Boy, how will we ever come up with something Eagles-related to talk about? There’s hardly been any offseason news whatsoever.
Archives for : DeSean Jackson
It’s Baaaaack! For the first time since January 9th, there was Eagles Football played at the Linc in South Philly. The Ravens opened up their preseason in front of a bunch of pumped up Eagles fans. It was their first chance to see the 2011 group in live action. Fans did not leave disappointed as the home team won 13-6. Now let’s not get ahead of ourselves here. There’s a lot of football left to play, 19 games until the playoffs. I know, because I counted; But since there are a few more days before my next fix, here are my thoughts:
The first offense was crisp. If there was a 4 month lockout, the Eagles didn’t show any rust. An 8-play, 80-yard drive is impressive anytime, but when you consider that the Eagles played without their two starting receivers, it’s that much more. Riley Cooper took advantage of the opportunity, making an acrobatic catch above Ed Reed. Michael Vick put the ball on the money, even when he was blitzed. That’s something that was missing last year. And then there was the running game. They ran a lot of stretch plays Thursday Night. It’s new but new OL coach Howard Mudd ran plenty of that in Indy. It wasn’t a strong effort, but as the season goes on, it’s clear that LeSean McCoy and Ronnie Brown will be a strong 1-2 punch. I am assuming that Andy Reid will run the ball more this year. At least he will until the regular season begins. The offensive line was average, missing blocks in space, and opening almost no holes for the running backs.
On defense, there was a completely different vibe than in years past. The new era under Juan Castillo began with thunder. They went at Baltimore in waves. Linemen were rotating like an NHL line change. Trent Cole has to be jumping for joy at the chance to get a little breather during games. Darryl Tapp finished with 2 sacks. He spent as much time in the backfield as the Raven’s running backs. Rookie Jaiquan Jarrett wasted no time making his name known by picking off a pass on his 2nd series. He’ s going to be a gem. The defense was so active that neither Flacco, Tyrod Taylor, nor Hunter Caldwell were able to get comfortable. With the constant rotations, it should keep the defense fresh, and allow the rebuilt secondary to have a field day. It’ll be interesting to see how the whole Nnamdi, Asante, DRC dynamic plays out. As for now, DRC looks like the nickel corner which doesn’t bode well for Joselio Hanson’s future with the team.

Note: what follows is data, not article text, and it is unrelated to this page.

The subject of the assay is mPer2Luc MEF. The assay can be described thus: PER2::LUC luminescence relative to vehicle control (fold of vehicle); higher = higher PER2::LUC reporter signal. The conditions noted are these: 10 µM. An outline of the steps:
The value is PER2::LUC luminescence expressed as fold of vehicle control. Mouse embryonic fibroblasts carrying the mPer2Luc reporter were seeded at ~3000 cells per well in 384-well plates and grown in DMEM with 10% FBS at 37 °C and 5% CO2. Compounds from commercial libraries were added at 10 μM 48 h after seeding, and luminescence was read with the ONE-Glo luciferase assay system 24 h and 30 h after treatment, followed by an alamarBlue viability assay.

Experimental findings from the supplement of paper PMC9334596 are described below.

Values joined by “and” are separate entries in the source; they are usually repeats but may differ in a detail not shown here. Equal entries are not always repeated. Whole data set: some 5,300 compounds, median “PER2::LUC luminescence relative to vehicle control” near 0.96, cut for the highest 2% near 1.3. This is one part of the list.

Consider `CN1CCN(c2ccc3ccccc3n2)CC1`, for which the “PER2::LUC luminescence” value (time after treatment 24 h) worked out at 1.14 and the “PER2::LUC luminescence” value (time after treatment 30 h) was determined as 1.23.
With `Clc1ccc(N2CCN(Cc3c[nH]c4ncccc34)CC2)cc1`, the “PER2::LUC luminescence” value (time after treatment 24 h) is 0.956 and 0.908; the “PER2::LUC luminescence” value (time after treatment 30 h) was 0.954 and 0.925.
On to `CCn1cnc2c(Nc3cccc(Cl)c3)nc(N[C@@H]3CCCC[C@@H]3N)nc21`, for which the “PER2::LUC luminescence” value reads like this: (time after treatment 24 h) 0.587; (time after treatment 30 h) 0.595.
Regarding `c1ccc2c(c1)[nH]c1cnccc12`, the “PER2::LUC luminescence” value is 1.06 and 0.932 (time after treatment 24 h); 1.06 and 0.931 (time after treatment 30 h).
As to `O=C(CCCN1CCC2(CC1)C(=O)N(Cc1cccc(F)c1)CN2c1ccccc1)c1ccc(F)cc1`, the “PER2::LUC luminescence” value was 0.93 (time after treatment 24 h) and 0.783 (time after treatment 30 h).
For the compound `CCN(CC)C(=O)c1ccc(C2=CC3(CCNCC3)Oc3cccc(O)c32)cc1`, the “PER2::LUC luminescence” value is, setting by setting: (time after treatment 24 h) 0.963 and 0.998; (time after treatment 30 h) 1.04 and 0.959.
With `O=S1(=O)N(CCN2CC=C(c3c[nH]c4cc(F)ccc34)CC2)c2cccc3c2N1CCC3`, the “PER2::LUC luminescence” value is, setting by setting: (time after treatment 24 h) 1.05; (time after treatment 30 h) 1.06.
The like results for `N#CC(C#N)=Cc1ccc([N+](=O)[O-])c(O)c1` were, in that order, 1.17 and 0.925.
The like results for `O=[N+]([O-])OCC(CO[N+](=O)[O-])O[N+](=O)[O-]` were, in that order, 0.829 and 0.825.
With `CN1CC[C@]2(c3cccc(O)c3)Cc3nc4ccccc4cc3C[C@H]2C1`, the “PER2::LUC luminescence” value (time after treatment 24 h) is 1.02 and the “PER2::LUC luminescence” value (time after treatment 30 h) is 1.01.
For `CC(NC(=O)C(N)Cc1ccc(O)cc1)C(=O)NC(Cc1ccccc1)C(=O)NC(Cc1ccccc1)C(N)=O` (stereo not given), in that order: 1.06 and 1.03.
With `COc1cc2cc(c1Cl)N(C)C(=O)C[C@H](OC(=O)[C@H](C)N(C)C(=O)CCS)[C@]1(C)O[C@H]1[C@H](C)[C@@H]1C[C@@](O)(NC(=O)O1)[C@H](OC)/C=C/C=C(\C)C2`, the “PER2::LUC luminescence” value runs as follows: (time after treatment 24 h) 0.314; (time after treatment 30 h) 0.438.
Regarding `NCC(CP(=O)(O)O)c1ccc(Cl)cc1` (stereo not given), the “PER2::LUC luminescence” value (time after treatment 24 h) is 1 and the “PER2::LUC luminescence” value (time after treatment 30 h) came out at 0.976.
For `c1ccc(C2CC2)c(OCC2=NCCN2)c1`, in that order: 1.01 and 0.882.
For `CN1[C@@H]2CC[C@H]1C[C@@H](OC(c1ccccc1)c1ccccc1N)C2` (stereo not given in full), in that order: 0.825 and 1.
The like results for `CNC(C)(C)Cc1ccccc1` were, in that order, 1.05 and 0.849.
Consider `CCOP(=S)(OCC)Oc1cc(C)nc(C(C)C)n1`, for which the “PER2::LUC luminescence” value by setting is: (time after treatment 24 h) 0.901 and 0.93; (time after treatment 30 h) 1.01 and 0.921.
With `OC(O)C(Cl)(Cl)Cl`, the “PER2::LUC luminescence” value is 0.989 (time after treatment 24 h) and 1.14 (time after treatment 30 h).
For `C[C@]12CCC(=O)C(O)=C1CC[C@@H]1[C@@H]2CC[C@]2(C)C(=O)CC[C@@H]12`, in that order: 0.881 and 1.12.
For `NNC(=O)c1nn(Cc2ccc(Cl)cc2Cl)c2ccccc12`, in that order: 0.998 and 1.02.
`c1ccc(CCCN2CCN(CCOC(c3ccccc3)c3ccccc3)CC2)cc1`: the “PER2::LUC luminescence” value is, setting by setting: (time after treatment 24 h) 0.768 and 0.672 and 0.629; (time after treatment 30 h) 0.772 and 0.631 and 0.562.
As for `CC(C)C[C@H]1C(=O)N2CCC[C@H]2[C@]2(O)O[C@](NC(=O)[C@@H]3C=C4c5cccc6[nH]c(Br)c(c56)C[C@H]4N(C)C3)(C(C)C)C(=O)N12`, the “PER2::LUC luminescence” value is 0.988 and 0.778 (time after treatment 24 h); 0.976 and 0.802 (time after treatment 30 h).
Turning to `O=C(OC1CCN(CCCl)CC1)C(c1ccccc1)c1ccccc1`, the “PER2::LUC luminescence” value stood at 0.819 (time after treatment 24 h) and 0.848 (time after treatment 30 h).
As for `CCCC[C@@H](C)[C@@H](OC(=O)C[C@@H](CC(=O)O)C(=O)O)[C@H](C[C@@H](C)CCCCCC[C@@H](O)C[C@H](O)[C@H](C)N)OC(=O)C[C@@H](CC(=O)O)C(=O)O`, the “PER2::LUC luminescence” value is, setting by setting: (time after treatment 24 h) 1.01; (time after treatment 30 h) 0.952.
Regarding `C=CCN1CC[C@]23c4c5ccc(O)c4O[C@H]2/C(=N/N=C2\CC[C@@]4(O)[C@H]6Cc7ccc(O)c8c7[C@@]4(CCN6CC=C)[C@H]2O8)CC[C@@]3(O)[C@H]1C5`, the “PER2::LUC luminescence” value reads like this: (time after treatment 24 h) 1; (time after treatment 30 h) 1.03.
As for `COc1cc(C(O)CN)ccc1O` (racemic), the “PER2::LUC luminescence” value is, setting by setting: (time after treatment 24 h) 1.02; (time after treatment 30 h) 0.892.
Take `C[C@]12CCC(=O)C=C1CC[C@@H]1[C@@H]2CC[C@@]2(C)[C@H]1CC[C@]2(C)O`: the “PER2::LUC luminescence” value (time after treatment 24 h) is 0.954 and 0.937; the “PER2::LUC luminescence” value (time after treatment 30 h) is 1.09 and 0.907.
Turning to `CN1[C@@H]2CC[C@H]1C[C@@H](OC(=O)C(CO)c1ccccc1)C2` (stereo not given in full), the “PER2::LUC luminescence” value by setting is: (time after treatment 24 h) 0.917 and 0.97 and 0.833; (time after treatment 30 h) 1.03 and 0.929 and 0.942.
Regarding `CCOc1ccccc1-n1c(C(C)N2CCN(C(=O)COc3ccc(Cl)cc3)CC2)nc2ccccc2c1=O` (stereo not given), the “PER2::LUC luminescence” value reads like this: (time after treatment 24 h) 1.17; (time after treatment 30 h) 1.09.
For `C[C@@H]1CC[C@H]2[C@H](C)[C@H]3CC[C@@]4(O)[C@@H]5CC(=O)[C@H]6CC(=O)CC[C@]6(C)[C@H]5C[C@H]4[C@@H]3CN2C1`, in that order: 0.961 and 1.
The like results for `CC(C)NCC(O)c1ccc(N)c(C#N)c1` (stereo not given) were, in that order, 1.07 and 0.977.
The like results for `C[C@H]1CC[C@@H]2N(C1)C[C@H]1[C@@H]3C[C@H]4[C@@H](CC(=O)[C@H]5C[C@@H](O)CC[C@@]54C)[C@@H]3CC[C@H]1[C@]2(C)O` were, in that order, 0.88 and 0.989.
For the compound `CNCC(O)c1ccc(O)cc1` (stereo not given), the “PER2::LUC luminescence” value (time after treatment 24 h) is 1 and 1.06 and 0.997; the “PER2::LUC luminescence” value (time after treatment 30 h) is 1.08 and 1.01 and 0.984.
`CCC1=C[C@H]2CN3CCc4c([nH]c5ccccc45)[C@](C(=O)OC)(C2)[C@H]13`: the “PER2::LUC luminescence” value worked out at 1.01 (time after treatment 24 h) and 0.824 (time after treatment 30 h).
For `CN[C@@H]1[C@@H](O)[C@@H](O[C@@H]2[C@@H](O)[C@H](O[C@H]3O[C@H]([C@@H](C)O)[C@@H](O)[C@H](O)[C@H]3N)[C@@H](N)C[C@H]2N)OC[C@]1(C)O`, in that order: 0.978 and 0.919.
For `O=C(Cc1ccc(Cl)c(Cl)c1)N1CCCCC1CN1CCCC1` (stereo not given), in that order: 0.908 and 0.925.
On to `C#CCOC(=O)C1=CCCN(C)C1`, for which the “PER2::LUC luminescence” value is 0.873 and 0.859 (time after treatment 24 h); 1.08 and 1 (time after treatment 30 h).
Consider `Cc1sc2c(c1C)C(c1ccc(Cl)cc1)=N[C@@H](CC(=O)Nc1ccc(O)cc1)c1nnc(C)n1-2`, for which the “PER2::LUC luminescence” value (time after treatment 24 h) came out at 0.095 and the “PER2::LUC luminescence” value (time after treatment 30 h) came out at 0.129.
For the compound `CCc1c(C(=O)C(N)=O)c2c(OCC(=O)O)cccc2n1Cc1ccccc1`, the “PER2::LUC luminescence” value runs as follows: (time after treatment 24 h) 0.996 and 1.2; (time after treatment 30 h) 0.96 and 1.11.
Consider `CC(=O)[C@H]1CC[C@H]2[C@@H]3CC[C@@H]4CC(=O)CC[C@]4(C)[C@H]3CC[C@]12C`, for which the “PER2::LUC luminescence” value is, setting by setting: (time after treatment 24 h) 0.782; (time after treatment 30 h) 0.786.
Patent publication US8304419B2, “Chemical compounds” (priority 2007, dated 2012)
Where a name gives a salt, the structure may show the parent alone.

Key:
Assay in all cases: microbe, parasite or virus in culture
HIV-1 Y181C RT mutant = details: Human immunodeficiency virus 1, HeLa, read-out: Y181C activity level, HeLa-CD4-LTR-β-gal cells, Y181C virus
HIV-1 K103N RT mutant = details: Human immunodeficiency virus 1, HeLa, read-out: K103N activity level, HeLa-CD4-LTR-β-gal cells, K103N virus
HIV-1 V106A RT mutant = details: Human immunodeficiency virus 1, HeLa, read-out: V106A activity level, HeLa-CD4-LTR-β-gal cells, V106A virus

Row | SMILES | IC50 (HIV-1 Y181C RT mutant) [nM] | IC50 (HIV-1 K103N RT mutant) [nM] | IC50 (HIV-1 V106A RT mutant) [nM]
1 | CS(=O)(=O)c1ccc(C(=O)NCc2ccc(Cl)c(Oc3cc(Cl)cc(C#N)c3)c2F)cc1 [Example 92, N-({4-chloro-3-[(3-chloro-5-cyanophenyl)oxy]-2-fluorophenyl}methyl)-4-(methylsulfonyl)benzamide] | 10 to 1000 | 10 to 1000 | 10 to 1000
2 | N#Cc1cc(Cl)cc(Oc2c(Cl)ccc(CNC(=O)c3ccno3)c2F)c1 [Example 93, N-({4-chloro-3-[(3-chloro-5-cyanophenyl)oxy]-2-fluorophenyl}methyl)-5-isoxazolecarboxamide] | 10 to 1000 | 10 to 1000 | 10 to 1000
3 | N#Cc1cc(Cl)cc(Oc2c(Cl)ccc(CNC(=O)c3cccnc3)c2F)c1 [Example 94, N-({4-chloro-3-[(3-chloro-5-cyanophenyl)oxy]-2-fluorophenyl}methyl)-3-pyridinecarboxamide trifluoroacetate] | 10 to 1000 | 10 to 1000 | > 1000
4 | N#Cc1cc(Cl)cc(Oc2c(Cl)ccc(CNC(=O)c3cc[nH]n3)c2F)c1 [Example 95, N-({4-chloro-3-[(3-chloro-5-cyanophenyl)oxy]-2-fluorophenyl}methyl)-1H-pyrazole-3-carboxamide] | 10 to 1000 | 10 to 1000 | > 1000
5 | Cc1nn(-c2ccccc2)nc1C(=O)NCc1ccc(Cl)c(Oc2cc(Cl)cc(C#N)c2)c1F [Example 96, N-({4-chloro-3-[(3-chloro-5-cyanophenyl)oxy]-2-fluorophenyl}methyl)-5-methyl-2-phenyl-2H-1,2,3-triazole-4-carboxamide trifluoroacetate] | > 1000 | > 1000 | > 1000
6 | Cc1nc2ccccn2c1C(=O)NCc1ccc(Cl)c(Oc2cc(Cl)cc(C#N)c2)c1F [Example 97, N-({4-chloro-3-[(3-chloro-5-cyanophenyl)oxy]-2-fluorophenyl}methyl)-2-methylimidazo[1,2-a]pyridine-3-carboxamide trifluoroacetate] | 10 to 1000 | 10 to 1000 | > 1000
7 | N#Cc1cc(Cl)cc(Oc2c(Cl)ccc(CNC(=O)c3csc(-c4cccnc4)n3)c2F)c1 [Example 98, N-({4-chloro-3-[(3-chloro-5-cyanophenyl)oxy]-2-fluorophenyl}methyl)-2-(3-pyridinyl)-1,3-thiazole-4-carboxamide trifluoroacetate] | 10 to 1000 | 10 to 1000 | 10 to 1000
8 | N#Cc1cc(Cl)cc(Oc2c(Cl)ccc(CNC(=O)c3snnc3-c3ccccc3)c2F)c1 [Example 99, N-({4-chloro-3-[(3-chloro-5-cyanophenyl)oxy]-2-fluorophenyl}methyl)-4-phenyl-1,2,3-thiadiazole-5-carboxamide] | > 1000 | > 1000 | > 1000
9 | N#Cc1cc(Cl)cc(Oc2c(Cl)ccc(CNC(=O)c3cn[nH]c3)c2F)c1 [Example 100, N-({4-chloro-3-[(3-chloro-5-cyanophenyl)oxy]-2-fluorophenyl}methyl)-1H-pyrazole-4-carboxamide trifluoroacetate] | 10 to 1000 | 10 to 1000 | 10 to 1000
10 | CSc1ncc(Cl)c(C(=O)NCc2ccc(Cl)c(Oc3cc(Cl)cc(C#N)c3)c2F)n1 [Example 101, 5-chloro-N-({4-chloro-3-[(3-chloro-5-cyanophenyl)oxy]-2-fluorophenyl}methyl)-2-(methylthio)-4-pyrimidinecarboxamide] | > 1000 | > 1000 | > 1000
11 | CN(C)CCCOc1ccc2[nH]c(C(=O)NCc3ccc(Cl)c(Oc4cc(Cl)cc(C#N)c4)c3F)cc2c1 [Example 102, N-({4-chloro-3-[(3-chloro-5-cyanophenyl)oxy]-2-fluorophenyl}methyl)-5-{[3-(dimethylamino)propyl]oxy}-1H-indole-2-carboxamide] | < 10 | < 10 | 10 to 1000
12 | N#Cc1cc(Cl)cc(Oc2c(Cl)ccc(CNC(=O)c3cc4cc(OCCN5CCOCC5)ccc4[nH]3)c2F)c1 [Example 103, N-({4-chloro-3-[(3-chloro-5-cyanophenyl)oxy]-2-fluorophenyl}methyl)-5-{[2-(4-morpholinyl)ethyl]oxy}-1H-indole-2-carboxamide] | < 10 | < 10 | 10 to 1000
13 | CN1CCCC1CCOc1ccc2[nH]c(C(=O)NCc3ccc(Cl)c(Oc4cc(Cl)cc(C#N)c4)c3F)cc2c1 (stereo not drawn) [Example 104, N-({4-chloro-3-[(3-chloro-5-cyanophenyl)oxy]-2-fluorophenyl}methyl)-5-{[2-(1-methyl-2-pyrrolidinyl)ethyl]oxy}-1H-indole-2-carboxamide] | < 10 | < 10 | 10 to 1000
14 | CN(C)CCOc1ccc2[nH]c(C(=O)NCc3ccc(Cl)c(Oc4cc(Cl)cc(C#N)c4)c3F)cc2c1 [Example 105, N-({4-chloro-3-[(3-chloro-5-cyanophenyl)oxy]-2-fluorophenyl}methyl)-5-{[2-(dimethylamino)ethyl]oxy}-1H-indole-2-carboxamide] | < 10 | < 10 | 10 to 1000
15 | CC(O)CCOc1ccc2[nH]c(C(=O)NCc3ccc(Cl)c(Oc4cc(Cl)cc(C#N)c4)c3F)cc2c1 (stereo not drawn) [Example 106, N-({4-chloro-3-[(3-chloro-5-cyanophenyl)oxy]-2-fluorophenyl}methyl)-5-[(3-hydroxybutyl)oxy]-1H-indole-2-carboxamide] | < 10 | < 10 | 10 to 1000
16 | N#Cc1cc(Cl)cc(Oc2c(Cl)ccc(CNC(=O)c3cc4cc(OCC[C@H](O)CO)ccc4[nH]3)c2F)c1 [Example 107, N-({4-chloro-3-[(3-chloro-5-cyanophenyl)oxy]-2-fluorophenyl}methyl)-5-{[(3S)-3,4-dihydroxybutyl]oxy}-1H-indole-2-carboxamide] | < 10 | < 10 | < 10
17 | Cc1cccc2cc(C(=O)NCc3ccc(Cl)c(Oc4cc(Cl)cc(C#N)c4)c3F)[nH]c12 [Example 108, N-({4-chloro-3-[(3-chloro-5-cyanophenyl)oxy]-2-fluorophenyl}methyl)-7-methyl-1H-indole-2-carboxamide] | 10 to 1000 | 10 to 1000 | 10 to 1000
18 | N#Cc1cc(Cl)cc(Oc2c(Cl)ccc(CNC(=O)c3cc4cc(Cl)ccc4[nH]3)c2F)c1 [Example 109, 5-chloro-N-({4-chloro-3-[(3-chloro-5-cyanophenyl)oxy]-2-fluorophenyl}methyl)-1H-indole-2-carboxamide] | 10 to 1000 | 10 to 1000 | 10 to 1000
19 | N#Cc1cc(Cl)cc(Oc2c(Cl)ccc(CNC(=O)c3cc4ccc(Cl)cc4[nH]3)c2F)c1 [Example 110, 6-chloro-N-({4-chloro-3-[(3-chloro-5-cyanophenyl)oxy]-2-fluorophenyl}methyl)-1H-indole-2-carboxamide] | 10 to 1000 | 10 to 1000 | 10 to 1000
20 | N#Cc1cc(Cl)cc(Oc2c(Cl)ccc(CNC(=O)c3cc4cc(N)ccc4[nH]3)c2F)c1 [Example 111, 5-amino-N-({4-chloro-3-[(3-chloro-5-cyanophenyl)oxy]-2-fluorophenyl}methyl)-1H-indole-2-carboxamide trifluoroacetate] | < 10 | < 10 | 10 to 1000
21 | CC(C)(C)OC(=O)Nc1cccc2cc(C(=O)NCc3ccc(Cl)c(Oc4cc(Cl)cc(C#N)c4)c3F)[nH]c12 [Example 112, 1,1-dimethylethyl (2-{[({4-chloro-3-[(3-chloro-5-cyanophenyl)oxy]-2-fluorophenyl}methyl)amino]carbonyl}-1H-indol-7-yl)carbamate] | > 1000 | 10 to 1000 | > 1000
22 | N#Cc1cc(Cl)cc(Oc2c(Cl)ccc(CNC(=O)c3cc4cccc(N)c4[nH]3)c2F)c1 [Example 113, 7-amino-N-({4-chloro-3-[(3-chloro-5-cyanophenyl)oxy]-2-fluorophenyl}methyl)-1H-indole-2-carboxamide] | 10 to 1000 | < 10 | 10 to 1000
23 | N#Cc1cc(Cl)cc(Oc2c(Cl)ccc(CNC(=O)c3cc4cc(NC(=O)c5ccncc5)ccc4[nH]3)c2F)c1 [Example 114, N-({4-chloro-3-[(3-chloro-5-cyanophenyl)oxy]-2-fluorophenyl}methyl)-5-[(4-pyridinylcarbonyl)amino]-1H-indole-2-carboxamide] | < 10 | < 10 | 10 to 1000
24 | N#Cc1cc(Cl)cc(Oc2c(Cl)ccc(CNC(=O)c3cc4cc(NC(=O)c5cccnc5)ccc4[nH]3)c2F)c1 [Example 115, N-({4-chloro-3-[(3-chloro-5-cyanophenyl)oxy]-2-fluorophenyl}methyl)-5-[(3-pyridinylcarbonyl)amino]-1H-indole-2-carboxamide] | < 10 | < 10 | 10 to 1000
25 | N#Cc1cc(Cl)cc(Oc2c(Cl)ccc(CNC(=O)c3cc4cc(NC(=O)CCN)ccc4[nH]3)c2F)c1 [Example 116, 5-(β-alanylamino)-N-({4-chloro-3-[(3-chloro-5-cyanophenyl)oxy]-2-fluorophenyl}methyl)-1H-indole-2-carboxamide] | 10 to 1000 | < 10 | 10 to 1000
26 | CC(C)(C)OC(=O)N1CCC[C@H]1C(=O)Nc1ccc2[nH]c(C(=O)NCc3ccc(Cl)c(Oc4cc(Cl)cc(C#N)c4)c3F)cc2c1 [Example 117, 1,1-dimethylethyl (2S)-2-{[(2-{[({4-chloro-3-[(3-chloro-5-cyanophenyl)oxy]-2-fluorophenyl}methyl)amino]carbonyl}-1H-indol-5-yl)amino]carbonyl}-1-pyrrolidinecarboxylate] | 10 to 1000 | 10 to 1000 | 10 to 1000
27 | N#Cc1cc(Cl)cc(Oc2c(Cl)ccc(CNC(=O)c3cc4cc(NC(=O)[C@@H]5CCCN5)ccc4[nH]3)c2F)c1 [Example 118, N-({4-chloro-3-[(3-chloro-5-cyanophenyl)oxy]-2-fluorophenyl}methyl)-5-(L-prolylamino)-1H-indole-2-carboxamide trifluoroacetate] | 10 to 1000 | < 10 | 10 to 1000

At the end of the day… The Eagles are no doubt happy about their first contest, but they are MUCH happier that everyone came out of the game healthy. Next up is the cross state rivalry game with the Steelers. Desean Jackson should be back for that one. From all accounts, he’s ready to go. More good news for the squad, bad news for the league.
The first chapter of the unbelievable comeback story of Michael Vick finally came to a close as the Packers outlasted the Eagles. As detailed more thoroughly in this week’s edition of Eagle Eye, the Eagles ran into the same issues they’ve had all season with respect to offensive balance and defensive fortitude, and a talented Packers team that had to claw its way into the playoffs looked much more ready to play from start to finish. If you’re a Packers fan, you’re ecstatic even though during the preseason this position would not have surprised you. If you’re an Eagles fan, you’re disappointed even though if I had told you before the year started that you would win the division and lose a tough playoff game to the Packers, you would have taken it. You know you would have. Interesting dichotomy, no? It’s important to keep these things in perspective.
WHAT HAPPENED: The Chico Kid came out slingin’ for the Packers, and Dom Capers showed through his defensive gameplan that he was taking notes when the Bears, Giants, and others made life tougher on Michael Vick and the Eagles than did, say, the Redskins. Rodgers threw for only 180 yards, but he was all about efficiency, managing three touchdowns (and James Jones dropped a bolt of sheer loveliness that would have been another). Meanwhile, the Packers found a running game in the person of fantasy unicorn James Starks, who rumbled for 123 yards on 23 carries and may be the missing element to a Super Bowl run in Green Bay. Meanwhile, the Packers smacked Michael Vick and his weapons around as Marshall Faulk’s pre-game observation that he had not seen the Eagles receivers “handle it” when defensive backs “put hands on people” turned prophetic. As usually happens, the most physical team won the football game.
SO LONG: To the Eagles, who put together an exciting if uneven season. When they were right this year, they were as good as anybody, and perhaps the most explosive offense in the league. But they consistently stumbled against a strange reluctance to employ their enormous offensive line and supremely gifted running back in the power running game. Perhaps as a direct result, teams that worried little about the sweep simply pinned their ears back and took shots on Vick (who, by the way, is small by NFL quarterback standards). The beating seemed to sap him of some of his electricity down the stretch. The defense struggled to absorb a number of key injuries and continues to seek an identity as it turns over from the old guard to the new. On the whole, it was a successful season, but you can’t help but wonder what could have been.